I'm not sure if the headline works, but I always love a good Douglas Adams reference when appropriate, even if changing the word "fish" to "film" makes it just look like a simple, generic goodbye. Anyway, the point is that Spout is shutting down once again, and I'd like to thank SnagFilms, Indiewire and all the readers and filmmakers out there who allowed me to run this blog for the past year and change. I know it hasn't always been the most focused place and I still feel bad about disappointing all those old Spout fans who lost their cinephile-centered social media outlet when the site made the transition over here to IW. But I appreciate the discussions and reads from those of you who rode along or stopped in with us for short visits. I had a lot of fun managing and writing for the blog and I hope you enjoyed it too.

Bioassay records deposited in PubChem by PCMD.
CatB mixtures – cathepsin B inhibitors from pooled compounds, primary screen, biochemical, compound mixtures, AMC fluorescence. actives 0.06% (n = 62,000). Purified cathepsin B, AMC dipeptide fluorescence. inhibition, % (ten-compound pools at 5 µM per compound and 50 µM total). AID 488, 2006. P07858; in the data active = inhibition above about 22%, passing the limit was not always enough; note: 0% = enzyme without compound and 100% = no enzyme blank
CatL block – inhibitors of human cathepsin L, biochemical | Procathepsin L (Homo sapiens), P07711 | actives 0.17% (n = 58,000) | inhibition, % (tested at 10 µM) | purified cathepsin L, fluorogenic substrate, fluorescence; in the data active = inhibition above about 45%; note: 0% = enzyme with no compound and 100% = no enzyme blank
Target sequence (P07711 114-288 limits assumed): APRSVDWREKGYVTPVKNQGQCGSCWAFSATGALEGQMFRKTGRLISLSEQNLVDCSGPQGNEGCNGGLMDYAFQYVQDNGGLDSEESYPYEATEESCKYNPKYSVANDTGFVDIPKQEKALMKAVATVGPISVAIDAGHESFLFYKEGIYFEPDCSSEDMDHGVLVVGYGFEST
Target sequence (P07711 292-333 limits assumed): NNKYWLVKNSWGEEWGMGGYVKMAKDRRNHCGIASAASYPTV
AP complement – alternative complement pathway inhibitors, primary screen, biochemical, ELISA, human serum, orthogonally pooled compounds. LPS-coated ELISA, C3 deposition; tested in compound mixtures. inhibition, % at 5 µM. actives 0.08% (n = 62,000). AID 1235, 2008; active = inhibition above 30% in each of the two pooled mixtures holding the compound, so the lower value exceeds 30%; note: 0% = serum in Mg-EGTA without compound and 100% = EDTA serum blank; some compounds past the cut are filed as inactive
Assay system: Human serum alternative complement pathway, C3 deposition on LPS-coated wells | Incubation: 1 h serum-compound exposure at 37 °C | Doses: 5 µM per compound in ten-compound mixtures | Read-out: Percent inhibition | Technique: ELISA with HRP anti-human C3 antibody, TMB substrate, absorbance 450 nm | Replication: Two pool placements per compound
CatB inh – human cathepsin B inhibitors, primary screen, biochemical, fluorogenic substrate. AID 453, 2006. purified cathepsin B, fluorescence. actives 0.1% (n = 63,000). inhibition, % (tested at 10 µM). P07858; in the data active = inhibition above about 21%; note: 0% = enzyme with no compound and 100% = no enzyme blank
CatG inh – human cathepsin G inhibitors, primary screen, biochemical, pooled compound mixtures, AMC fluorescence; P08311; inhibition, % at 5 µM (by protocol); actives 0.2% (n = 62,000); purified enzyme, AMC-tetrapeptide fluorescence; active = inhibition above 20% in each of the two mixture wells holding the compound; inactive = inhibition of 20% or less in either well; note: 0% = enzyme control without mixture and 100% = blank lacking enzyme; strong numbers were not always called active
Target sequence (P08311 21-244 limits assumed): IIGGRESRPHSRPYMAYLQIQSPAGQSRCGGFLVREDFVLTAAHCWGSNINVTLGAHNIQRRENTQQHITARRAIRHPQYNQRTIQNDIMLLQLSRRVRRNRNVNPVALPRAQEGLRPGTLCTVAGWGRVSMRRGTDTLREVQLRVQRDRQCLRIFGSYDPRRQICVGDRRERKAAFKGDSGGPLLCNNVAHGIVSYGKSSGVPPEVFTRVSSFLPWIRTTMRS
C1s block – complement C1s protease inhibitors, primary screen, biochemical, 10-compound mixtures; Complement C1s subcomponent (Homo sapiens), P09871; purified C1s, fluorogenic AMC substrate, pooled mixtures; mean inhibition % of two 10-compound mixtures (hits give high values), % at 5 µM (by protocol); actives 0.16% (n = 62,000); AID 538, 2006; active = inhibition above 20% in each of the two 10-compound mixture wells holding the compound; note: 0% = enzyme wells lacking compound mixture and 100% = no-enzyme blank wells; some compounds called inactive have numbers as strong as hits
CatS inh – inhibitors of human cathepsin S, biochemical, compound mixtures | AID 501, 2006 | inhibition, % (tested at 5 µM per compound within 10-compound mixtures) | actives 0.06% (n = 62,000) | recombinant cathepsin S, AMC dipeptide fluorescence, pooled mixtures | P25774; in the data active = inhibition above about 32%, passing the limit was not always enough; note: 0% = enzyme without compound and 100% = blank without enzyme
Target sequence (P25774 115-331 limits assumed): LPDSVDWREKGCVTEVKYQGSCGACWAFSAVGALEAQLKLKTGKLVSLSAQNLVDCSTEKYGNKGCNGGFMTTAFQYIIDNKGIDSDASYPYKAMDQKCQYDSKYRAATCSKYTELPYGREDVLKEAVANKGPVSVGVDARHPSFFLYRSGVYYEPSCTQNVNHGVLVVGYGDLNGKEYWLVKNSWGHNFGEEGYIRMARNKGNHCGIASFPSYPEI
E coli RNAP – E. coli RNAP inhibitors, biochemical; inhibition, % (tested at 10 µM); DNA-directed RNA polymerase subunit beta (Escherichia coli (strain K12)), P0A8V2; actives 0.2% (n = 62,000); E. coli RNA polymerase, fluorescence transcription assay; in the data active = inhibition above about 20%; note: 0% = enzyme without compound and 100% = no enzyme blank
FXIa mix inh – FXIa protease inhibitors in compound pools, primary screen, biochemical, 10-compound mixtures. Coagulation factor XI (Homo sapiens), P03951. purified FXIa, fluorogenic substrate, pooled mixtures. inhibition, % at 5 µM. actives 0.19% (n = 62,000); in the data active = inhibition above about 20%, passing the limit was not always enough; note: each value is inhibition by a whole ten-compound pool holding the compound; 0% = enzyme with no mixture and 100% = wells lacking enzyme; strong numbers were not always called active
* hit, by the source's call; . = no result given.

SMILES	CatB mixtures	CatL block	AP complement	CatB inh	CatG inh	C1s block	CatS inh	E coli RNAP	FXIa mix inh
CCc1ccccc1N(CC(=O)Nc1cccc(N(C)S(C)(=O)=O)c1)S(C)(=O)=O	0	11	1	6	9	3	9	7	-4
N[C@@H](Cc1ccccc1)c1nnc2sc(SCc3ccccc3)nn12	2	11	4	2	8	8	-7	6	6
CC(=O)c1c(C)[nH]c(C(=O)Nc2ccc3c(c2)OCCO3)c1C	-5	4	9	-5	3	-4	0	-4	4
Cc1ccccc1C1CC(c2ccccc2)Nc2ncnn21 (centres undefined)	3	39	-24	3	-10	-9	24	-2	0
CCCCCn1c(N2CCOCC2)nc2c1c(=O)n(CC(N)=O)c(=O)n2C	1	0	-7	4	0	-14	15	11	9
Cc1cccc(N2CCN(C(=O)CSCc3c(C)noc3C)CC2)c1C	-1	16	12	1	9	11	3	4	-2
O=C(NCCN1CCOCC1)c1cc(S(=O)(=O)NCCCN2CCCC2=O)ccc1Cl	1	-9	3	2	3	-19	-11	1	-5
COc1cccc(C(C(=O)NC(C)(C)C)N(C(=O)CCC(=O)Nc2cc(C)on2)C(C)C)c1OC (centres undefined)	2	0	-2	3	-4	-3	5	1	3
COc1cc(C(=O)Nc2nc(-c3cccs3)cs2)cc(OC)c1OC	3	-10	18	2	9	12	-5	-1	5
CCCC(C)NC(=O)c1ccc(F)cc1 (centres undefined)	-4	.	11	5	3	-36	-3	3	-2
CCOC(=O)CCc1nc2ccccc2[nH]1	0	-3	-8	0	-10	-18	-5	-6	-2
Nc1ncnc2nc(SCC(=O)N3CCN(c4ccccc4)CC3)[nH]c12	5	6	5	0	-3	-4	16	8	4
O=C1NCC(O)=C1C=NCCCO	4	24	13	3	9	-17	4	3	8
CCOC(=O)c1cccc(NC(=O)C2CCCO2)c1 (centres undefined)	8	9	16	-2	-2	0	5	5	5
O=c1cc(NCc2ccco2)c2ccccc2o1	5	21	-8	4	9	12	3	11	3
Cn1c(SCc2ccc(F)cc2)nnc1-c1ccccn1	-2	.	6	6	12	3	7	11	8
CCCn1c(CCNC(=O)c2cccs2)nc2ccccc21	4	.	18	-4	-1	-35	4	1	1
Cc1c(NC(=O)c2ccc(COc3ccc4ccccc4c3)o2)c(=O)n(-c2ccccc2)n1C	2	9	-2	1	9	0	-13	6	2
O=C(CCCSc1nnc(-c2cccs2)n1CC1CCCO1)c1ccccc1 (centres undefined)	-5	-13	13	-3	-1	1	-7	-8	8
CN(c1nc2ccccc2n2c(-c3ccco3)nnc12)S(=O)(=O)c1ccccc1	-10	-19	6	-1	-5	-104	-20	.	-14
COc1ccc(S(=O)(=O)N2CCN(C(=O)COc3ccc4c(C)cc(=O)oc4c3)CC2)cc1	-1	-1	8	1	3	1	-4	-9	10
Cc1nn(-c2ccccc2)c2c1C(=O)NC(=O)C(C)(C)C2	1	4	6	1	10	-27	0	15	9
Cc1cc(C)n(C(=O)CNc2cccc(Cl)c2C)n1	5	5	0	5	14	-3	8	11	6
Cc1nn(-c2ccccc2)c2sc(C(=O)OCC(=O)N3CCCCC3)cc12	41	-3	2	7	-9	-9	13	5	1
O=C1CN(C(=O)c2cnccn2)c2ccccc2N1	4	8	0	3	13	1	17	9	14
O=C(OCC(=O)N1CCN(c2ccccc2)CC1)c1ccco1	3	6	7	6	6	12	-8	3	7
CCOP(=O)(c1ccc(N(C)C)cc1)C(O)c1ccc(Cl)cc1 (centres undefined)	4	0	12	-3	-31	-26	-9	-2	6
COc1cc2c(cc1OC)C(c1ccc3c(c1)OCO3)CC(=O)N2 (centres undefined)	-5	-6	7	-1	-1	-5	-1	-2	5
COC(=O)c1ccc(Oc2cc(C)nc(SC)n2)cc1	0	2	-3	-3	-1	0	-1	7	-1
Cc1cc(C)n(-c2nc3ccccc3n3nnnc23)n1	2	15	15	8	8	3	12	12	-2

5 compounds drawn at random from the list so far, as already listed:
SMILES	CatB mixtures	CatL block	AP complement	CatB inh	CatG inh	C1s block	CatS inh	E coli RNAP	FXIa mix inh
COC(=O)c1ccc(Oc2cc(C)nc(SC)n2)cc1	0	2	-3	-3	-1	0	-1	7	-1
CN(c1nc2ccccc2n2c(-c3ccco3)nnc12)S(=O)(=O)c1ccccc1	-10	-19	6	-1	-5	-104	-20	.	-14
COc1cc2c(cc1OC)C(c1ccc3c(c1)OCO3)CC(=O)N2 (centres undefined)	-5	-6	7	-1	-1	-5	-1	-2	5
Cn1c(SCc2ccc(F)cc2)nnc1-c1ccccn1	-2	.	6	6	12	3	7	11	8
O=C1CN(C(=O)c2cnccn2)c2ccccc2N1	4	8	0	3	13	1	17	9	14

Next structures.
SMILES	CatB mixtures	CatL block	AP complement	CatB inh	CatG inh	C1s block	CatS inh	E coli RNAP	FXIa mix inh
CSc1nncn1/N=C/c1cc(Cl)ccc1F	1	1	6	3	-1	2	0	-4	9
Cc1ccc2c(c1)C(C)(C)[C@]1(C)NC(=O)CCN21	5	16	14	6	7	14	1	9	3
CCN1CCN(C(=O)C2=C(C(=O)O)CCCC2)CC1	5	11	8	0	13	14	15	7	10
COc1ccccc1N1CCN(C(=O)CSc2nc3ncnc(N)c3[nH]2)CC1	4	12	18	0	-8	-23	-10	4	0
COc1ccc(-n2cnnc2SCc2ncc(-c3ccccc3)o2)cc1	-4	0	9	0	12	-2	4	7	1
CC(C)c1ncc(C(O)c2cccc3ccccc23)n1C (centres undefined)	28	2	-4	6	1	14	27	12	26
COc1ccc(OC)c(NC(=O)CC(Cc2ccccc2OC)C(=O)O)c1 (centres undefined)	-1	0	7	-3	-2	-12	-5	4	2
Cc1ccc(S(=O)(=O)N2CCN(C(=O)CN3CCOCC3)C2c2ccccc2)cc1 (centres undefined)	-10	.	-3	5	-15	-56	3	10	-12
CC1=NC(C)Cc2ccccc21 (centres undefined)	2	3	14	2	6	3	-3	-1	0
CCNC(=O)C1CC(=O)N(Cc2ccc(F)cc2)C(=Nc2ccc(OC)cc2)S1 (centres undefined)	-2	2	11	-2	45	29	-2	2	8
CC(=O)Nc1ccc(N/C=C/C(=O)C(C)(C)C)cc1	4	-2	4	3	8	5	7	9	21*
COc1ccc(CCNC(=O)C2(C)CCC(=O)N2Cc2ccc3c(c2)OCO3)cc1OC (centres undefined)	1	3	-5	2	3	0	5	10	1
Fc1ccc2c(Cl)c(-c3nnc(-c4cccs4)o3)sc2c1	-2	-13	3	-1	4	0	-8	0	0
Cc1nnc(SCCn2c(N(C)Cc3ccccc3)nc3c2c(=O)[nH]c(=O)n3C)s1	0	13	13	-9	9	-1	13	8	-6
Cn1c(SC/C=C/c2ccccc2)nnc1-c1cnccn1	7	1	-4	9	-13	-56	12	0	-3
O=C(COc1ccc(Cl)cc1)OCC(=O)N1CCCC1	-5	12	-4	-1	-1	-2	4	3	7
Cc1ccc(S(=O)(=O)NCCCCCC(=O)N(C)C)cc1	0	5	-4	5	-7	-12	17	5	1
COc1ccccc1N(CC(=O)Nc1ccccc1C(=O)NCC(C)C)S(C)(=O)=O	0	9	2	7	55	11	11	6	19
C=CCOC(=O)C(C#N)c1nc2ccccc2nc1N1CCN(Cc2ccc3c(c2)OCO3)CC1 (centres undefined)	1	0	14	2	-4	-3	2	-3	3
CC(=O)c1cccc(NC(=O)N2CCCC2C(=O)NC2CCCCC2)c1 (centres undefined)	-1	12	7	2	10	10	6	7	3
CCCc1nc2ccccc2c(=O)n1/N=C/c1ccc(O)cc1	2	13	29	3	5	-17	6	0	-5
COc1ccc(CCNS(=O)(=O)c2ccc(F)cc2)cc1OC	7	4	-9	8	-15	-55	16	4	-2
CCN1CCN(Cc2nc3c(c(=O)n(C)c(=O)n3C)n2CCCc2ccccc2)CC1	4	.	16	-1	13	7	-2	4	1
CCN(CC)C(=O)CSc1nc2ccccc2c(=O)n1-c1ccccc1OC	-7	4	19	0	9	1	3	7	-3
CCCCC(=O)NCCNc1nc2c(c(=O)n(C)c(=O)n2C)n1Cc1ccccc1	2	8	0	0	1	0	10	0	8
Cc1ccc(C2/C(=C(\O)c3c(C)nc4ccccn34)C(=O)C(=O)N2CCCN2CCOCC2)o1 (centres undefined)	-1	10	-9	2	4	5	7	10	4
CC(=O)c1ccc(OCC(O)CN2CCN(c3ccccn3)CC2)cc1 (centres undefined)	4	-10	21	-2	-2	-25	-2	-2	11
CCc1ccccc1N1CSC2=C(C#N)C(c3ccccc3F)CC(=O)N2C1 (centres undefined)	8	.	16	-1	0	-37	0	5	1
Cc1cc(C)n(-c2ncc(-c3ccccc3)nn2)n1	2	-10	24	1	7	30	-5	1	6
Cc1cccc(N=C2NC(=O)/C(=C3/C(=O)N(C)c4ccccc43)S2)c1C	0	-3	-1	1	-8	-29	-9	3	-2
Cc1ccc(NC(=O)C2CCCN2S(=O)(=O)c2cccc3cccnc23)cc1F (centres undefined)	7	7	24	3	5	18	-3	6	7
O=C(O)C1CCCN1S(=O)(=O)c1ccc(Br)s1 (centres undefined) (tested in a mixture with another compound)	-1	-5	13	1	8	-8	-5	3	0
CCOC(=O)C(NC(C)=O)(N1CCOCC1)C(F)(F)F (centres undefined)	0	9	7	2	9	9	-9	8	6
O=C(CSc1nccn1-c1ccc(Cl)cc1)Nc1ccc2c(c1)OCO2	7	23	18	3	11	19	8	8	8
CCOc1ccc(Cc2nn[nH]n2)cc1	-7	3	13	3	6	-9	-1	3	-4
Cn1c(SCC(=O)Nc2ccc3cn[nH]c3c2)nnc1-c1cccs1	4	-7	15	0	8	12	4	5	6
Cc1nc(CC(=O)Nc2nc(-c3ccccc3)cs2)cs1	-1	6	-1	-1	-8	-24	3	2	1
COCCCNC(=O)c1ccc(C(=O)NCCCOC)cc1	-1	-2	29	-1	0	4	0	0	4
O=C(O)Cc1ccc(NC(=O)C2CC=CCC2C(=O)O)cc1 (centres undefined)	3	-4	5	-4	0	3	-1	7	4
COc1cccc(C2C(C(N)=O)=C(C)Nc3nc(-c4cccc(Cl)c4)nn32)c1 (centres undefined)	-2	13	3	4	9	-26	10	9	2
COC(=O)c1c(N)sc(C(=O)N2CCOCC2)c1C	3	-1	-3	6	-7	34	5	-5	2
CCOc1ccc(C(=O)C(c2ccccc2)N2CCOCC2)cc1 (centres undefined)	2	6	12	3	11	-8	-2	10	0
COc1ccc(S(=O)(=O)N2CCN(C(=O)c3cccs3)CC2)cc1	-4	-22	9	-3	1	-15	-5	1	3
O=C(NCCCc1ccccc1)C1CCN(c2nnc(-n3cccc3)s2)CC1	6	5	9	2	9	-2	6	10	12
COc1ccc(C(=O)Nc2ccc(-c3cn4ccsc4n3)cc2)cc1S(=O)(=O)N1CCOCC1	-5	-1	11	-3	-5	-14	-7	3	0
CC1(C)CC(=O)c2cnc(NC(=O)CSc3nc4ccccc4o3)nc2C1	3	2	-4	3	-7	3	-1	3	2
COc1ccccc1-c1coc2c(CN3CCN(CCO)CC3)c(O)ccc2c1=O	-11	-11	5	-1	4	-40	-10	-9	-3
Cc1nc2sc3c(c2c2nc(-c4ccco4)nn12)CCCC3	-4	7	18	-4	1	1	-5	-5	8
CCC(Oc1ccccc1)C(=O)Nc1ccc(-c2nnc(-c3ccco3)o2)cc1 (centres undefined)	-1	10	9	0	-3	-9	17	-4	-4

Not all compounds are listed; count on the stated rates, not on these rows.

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  • The Playlist
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    Gerard Butler Replaces Eric Bana In Diamond Heist Pic 'Brilliant'

    Fresh out of rehab, and looking dapper hitting the Oscar parties over the weekend, Gerard Butler is wisely putting whatever troubles he had to overcome, putting his head down, and getting back to work.

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  • Thompson on Hollywood
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    Amazon Adds 'Melancholia,' '13 Assassins' and More Magnolia Goodies to Prime Instant Video Library

    Amazon is adding a slew of Magnolia Pictures titles to its Prime Instant Video library. "Melancholia," "13 Assassins" and "Page One: Inside the NY Times" are a few of the Magnolia standouts available for streaming to Prime members on the site.